The European Union’s Everything But Arms arrangement, established under the General System of Preferences (GSP) scheme, provides the world’s poorest countries with duty-free access to the European market for all tariff lines. The only exception is arms and munitions. Yet does the arrangement need to be strengthened to take into account the UN’s Guiding Principles on Business and Human Rights? This analysis of the impact of Everything But Arms in Cambodia and Myanmar shows that it might.
New advanced training course: Human rights due diligence
Trade is fundamental to supporting political stability. And with EU trade preferences providing priority access to the world's largest market, Everything But Arms (EBA) is a vital part of that equation.
It was set up to improve the integration of very poor countries (Least Developed Countries or LDCs in 'development' parlance) into the global economy and to reduce poverty
To put it simply, EBA has the potential to make a huge difference to a country's economic development and can bring real benefits to ordinary people’s lives.
The cost of putting Cambodia on the fast track to industrialisation
From 2003-2013, access to the European market under the EBA allowed Cambodia to more than double its exports to the EU, providing direct employment to more than half a million Cambodians.
It continues to play a significant role in several key sectors vital to Cambodia’s economy.
In one sector however, serious human rights violations have been recorded that appear to have been stimulated by EBA incentives.
Widespread displacement, severe livelihood impacts and violent evictions have all been documented and linked to land concessions issued to companies producing sugar that has been exported to the EU under the EBA.
Members of the EU Parliament have joined a number of civil society groups in advocating for a withdrawal of tariff preferences for Cambodia, arguing that EBA is benefiting land grabbers and companies engaging in child labour, and has resulted in significant negative impacts.
But, the EU's regulations only contain temporary withdrawal provisions for tariff preferences where serious and systematic violations of core human rights, labour rights and environment and governance principles have been found.
Furthermore, withdrawal provisions are rarely implemented.
Myanmar's trade preferences reinstated with limited checks and balances
Myanmar’s preferences may have been withdrawn in 1997, but this is the exception and not the rule, and the suspension occurred after violations had already taken place.
Following the start of political reform, in 2013 the EU lifted all economic sanctions imposed on Myanmar and granted the country duty-and-quota-free access to the EU market under the GSP scheme.
Tariff free access is now driving a rapid expansion in garment export growth for Myanmar; the Myanmar Garment Manufacturers Association for example anticipates exponential growth in years ahead, creating around 1.5 million new jobs and generating US$12 billion in export value by 2020.
Yet companies benefiting from the GSP are not required to conduct due diligence throughout their supply chains to mitigate the risks of serious rights violations from occurring again.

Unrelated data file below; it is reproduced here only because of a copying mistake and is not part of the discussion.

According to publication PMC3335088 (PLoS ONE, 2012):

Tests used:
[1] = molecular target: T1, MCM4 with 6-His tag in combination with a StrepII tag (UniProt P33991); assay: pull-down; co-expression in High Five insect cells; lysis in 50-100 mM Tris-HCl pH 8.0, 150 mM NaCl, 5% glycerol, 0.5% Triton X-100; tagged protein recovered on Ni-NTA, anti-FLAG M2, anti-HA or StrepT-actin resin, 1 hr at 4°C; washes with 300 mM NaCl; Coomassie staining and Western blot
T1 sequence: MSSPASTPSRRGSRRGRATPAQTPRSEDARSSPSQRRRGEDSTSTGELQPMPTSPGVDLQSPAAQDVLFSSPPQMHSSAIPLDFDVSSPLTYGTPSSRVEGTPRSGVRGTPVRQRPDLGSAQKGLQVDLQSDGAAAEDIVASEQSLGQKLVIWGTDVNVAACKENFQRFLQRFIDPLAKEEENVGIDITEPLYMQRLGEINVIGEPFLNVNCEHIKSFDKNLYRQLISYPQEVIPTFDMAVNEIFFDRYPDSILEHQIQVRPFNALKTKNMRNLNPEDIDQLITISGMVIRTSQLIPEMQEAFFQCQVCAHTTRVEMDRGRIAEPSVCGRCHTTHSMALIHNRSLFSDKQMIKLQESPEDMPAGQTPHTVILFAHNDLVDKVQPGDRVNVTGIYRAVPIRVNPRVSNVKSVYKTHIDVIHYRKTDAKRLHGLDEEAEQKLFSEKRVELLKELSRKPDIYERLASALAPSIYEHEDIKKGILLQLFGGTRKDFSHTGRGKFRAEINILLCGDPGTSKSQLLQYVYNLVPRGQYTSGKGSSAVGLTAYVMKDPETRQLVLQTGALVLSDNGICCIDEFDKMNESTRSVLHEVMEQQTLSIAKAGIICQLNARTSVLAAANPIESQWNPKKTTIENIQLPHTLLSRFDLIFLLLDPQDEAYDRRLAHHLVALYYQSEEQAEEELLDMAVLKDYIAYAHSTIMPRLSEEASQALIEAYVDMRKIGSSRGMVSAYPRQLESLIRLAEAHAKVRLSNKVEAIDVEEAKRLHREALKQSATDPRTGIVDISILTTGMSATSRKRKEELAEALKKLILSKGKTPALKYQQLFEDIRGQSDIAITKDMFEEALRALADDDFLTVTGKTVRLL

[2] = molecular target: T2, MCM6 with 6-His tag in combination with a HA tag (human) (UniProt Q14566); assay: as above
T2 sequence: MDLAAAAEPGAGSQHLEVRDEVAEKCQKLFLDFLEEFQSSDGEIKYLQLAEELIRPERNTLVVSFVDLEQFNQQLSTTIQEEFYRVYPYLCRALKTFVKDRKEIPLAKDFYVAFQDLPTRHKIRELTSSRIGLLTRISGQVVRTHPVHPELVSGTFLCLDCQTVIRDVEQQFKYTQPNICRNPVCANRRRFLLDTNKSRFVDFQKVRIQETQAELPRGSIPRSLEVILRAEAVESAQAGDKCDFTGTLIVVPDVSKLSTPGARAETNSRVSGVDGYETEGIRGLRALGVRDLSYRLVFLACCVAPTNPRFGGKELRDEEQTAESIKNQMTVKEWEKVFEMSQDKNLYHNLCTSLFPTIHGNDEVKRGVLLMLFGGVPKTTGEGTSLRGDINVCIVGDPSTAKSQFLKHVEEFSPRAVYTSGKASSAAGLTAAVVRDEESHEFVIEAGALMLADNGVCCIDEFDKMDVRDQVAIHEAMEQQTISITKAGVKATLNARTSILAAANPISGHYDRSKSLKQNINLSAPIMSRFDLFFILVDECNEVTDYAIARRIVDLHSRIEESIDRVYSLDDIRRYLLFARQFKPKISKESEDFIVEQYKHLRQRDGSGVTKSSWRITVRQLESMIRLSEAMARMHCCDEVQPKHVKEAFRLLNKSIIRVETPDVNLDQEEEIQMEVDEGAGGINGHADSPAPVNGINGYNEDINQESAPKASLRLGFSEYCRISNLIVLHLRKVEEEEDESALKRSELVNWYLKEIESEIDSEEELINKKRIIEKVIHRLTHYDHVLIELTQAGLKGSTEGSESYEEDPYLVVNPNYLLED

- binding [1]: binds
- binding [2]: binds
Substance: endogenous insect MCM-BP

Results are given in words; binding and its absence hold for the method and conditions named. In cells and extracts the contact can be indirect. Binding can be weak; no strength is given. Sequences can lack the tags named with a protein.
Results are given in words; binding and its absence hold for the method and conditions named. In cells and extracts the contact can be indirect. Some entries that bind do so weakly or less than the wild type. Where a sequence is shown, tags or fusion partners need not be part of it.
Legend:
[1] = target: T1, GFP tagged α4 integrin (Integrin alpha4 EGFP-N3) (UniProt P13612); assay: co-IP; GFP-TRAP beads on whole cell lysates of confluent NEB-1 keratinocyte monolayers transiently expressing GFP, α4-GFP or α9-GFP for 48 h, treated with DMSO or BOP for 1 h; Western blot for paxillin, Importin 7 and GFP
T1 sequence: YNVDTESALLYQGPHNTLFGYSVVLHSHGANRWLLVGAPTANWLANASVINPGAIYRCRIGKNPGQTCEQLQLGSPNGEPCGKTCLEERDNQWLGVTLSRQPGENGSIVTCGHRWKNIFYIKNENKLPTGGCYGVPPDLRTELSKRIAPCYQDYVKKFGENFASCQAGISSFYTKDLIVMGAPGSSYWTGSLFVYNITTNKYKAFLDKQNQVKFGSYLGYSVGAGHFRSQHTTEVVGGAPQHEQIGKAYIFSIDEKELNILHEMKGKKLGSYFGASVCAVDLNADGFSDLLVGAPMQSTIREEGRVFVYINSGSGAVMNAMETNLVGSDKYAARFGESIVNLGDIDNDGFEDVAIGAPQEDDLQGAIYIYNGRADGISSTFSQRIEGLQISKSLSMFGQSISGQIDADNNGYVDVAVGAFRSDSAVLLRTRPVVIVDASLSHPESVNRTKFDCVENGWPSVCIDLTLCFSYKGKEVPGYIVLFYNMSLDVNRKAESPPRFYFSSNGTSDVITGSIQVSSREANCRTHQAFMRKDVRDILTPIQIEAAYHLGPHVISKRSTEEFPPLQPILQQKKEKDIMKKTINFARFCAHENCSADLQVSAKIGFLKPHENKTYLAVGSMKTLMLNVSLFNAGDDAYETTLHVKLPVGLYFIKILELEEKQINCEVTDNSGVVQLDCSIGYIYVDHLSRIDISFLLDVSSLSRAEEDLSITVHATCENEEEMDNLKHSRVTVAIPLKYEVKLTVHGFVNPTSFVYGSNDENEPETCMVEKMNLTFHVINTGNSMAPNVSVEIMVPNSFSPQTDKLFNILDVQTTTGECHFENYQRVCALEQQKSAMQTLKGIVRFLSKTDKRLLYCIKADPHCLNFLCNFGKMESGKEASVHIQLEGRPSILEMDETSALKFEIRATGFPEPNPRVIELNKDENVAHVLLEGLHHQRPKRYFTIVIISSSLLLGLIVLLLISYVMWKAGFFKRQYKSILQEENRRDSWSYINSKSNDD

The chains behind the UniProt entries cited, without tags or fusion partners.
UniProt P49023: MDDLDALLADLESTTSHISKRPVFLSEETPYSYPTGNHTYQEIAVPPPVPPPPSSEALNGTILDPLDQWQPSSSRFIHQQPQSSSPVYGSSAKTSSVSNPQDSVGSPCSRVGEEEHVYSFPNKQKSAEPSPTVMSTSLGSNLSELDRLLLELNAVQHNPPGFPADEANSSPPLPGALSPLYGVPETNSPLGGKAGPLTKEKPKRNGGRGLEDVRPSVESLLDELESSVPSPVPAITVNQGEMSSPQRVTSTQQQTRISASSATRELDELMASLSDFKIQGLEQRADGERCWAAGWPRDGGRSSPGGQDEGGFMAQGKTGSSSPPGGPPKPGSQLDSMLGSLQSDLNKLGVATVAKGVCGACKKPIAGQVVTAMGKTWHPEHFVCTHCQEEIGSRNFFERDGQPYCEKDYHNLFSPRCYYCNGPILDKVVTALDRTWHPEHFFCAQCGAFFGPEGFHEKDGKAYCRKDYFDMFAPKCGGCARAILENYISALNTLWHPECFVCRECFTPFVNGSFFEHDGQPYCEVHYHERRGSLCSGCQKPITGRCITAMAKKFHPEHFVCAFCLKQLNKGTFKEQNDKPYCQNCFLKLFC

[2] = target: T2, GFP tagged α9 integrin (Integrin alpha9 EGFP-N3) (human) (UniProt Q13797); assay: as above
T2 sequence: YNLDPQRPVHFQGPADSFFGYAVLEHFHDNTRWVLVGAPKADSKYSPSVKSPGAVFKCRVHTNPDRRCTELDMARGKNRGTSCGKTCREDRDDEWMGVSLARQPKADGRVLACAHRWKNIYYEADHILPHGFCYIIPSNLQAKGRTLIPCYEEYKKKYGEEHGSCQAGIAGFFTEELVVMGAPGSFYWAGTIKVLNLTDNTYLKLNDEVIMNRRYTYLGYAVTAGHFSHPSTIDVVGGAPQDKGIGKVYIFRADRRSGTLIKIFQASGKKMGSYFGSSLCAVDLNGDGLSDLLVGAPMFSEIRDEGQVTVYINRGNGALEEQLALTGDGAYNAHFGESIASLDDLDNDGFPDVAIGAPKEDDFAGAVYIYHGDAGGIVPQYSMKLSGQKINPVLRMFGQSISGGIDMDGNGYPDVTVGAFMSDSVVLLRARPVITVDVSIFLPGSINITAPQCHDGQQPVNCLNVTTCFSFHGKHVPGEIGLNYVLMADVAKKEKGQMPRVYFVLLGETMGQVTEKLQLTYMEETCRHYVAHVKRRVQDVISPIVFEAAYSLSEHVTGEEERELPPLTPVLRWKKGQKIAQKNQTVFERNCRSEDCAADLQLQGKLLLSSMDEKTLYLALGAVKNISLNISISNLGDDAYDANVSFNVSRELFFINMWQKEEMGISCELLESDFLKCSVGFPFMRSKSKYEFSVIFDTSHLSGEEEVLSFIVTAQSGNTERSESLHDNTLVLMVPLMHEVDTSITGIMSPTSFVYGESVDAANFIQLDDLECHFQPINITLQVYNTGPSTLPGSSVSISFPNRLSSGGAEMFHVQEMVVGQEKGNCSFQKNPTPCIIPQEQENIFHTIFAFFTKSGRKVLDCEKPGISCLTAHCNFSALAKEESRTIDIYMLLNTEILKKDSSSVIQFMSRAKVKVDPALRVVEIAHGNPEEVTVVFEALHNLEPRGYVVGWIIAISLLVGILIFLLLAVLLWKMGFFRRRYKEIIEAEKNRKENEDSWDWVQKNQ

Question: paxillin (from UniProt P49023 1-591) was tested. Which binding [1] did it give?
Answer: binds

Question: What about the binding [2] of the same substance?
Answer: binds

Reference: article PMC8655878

How countries qualify for entry into Everything But Arms
All countries identified by the United Nations as least developed may benefit from the EBA and entry is automatic.
There are no additional criteria to qualify; beneficiary countries are not required to demonstrate that they meet minimum human rights standards or that exporting companies’ respect core ILO Labour Conventions for instance.
Criticism is often levelled at the EU for creating overly burdensome regulations and too much red tape.
In reality, companies exporting under the EBA are not required to demonstrate good practice or that they don’t infringe on the rights of workers or local communities.
This needs to change.
Addressing business and human rights abuses
Further analysis needs to be conducted around whether withdrawing EBA completely from countries with questionable human rights records would be akin to throwing the baby out with the bath water.
Meanwhile, rather than suspend beneficiary countries, the EU should re-consider what mitigation mechanisms could be put in place.
In particular, on how to oblige all countries exporting under the EBA to guarantee that their own beneficiary companies have accepted obligatory monitoring – to demonstrate that they are meeting minimum human rights and labour standards in supply chains.
Respect for human rights may be a relatively new feature for corporate due diligence policies and practices in supply chains. But the UN Guiding Principles on Business and Human Rights is driving discussions around stronger regulation and mandatory due diligence in order to better protect workers and other vulnerable groups on the ground.
For example, in the absence of effective state mechanisms, companies in Cambodia or Myanmar could be required to conduct full audits and to develop proper due diligence policies for their supply chains to qualify.
The EBA would then serve the dual purpose of stimulating trade through the provision of duty-free tariffs, and provide clear financial incentives to companies which don’t already comply with minimum international human rights standards.